The Effect of Urban Heat Island on Climate Warming in the Yangtze River Delta Urban Agglomeration in China.

Huang Q, Lu Y - Int J Environ Res Public Health (2015)

Long-term trends in the yearly average air temperature for huge city (a), megalopolis (b), large city (c), medium-sized city (d), and small city (e) and the linear fit (straight lines) of the yearly average air temperature vs. year. The warming rate is the average value of several stations with the same urban size.
© Copyright Policy
Related In: Results  -  Collection

License
Show All Figures
getmorefigures.php?uid=PMC4555247&req=5

ijerph-12-08773-f005: Long-term trends in the yearly average air temperature for huge city (a), megalopolis (b), large city (c), medium-sized city (d), and small city (e) and the linear fit (straight lines) of the yearly average air temperature vs. year. The warming rate is the average value of several stations with the same urban size.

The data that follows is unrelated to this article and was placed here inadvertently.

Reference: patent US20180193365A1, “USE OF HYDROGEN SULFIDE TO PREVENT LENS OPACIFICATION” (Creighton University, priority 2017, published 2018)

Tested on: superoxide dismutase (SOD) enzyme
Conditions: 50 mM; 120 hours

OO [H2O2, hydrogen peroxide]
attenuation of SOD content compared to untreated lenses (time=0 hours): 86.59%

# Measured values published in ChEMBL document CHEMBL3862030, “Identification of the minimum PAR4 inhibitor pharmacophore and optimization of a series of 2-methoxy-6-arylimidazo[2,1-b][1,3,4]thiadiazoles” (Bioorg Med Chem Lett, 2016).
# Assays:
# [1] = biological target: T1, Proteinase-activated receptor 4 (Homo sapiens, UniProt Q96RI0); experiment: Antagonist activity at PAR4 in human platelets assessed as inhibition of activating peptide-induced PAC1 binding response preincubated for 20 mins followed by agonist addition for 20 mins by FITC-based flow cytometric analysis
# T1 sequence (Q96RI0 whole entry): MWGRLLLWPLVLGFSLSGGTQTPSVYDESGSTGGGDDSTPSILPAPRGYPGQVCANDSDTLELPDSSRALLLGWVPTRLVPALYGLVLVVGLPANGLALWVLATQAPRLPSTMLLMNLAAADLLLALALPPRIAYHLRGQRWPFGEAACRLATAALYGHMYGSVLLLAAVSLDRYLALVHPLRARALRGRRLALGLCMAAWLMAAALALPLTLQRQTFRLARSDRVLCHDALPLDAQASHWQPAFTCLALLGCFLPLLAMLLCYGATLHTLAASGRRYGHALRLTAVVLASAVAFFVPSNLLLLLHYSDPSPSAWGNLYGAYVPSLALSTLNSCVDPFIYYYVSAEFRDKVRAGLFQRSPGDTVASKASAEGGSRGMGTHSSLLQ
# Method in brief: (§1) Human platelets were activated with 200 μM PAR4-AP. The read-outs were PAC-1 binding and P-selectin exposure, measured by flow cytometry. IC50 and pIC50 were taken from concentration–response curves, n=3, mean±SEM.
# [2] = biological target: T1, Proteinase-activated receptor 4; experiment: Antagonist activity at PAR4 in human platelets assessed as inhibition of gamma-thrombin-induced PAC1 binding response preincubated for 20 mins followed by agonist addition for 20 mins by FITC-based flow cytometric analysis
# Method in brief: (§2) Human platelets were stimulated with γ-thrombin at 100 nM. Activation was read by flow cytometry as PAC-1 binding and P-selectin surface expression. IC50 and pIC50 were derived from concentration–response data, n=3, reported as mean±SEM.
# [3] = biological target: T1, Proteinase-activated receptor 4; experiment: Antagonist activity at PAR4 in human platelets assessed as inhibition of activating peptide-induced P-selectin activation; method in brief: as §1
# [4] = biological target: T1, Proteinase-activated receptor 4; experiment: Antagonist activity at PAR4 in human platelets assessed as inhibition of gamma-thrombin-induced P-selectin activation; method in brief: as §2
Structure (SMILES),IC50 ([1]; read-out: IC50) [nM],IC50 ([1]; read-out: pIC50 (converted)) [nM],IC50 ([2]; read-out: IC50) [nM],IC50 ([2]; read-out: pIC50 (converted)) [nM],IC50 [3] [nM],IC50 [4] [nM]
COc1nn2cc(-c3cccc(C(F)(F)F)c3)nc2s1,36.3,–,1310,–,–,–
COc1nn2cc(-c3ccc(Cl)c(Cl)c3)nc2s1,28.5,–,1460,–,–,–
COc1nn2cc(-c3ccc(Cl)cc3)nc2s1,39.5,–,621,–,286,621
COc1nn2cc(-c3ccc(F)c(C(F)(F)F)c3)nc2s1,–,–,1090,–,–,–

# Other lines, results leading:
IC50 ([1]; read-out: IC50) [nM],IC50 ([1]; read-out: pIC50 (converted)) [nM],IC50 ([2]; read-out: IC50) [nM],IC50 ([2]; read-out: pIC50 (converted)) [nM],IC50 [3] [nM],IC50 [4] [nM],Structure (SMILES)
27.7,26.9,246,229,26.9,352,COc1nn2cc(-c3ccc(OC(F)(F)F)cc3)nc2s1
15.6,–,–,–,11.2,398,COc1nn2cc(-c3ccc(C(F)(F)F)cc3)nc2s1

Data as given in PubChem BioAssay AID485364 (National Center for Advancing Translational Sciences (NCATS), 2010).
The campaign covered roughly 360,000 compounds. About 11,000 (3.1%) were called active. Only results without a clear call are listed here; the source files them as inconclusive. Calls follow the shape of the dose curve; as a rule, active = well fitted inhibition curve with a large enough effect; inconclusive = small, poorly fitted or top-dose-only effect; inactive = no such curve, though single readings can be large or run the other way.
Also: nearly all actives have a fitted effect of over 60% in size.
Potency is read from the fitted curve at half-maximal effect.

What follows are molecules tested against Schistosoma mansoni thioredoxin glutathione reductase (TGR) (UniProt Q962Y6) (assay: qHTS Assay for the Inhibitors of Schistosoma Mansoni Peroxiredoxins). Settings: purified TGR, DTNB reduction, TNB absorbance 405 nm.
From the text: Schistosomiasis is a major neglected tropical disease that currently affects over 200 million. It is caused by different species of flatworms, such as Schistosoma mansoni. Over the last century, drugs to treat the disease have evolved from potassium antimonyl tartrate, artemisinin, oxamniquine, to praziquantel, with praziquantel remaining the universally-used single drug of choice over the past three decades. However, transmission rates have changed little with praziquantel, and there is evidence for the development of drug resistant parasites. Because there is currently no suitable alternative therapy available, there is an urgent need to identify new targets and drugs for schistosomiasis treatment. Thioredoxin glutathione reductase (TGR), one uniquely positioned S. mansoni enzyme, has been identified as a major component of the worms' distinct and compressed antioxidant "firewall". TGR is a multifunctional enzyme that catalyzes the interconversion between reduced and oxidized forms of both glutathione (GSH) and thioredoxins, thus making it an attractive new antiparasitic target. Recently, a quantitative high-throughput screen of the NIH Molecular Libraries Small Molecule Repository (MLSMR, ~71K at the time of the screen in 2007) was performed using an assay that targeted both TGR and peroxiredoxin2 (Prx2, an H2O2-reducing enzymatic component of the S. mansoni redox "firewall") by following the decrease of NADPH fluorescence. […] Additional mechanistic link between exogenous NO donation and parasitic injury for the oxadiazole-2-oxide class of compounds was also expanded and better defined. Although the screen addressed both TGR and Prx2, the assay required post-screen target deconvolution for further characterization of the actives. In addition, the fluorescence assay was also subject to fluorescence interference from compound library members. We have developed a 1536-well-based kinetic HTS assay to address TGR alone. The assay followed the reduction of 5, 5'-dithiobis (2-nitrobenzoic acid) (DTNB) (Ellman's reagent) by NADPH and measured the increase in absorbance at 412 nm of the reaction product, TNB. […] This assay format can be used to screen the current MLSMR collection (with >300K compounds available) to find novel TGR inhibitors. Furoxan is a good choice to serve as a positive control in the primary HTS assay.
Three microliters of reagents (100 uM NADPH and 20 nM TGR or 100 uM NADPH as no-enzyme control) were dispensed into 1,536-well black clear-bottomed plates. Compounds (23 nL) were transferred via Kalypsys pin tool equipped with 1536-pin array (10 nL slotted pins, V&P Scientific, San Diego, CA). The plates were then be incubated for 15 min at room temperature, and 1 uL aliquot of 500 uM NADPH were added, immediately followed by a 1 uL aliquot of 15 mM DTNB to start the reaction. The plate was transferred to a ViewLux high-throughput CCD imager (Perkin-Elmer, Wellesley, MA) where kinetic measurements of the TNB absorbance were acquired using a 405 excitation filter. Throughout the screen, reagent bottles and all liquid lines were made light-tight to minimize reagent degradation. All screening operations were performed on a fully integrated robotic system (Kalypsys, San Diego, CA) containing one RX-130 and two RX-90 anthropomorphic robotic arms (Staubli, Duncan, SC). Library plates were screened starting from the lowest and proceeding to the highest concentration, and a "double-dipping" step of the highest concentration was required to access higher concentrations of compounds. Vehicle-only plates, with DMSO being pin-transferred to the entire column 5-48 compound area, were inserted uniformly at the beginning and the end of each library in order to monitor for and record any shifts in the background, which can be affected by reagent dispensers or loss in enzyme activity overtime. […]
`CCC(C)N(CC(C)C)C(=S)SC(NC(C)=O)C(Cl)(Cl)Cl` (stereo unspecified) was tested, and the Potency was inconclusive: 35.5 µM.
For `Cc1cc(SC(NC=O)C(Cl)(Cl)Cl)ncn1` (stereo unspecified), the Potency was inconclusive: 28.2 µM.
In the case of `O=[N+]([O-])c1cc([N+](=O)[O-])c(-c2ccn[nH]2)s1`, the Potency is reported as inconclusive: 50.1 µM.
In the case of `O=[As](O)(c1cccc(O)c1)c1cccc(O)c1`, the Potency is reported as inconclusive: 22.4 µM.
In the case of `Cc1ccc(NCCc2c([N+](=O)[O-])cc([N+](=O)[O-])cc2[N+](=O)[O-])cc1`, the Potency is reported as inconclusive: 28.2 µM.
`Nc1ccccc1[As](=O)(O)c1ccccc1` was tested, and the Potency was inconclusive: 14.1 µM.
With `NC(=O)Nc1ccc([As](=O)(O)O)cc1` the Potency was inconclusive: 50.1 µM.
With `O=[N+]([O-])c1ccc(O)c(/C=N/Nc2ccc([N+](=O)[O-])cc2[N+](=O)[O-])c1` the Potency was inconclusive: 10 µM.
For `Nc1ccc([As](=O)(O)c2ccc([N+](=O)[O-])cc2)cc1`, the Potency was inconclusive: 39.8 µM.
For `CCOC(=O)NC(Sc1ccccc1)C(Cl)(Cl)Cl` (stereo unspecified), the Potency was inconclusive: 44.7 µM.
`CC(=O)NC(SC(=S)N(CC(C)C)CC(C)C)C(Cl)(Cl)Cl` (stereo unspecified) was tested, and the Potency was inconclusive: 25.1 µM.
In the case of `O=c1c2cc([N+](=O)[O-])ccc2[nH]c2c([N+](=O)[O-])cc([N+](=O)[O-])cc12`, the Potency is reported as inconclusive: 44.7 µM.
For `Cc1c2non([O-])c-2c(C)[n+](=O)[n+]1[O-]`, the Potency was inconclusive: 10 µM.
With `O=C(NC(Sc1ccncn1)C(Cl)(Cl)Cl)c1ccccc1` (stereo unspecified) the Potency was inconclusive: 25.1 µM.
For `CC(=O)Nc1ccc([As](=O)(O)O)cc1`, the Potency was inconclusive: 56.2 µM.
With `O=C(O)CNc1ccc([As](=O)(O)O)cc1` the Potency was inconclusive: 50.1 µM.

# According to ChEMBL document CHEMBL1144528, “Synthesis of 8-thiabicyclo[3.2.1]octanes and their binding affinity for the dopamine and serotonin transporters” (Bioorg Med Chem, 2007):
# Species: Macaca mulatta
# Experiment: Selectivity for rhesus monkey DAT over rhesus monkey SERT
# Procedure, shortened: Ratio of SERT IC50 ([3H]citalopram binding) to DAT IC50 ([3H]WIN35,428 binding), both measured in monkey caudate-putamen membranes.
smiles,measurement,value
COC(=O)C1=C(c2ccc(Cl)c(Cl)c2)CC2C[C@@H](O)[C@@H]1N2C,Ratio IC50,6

Mentions: The variations in the warming rate of average air temperature, urbanization, logarithm of the population, and built-up area for five urban sizes are shown as boxplots in Figure 4. Figure 5 presents the time series of the yearly average air temperature of five urban sizes for the period of 1957–2013. The average warming rate decreased from 0.483 °C/decade in the huge city, to 0.314 ± 0.030 °C/decade in the megalopolis, 0.282 ± 0.042 °C/decade in the large city, 0.225 ± 0.044 °C/decade in medium-sized city, and to 0.179 ± 0.046 °C/decade in the small city (Figure 4a). The warming rate in huge city of Shanghai showed the most significant warming trends. Conversely, sites with the lowest warming trends are mainly located in small or medium-sized cities in Anhui Province, which has a less developed economy. The average warming rate of a huge city and megalopolis is significantly higher than that of a medium-sized city and small city, indicating that the UHI has a significant effect on climate warming (t-test, p < 0.05). The gradual decrease in the warming rate showed that the UHI effect on the climate warming decreased with the decrease in the urban size (Figure 4b–d). Similar results were observed in previous studies. For example, Yang et al. [19] found that the warming rates were 0.904 °C/decade in a megalopolis, 0.742 °C/decade in a large city, 0.674 °C/decade in a medium-sized city, and 0.614 °C/decade in a small city in East China using the “observation minus reanalysis” method from 1981 to 2007. However, our warming rates were markedly lower than those observed by Yang et al. [19]. The differences could be partially attributed to the data period. The authors used data from 1981 to 2007, but we used data from 1957 to 2013. The rapid urbanization in China started in late 1978 during the reform and opening up process [40]. Therefore, the effect of the UHI was more significant over the past 30 years than over 1957–1980.